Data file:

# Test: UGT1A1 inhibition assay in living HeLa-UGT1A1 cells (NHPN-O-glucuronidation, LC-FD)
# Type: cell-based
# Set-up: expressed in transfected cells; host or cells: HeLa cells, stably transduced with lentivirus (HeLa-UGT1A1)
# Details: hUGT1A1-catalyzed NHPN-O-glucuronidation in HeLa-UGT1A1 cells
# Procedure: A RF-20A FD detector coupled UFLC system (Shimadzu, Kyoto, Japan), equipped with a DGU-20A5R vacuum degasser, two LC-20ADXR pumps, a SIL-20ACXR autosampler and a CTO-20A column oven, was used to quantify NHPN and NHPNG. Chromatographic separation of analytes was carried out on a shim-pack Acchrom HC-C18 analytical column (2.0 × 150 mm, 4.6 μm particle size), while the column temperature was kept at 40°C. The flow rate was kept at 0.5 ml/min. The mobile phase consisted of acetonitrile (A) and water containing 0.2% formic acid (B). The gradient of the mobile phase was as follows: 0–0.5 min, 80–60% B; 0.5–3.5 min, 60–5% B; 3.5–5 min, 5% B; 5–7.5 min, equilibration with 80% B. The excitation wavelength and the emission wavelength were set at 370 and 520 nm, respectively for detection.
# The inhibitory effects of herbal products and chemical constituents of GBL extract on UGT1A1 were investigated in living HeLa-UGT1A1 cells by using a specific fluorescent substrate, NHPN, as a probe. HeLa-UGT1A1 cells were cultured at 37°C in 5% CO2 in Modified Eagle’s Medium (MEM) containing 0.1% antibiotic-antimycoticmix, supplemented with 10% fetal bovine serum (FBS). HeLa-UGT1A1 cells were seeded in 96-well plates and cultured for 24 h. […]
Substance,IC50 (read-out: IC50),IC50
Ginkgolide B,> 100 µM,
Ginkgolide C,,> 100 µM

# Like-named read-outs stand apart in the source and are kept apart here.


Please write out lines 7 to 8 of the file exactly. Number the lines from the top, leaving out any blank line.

Substance,IC50 (read-out: IC50),IC50
Ginkgolide B,> 100 µM,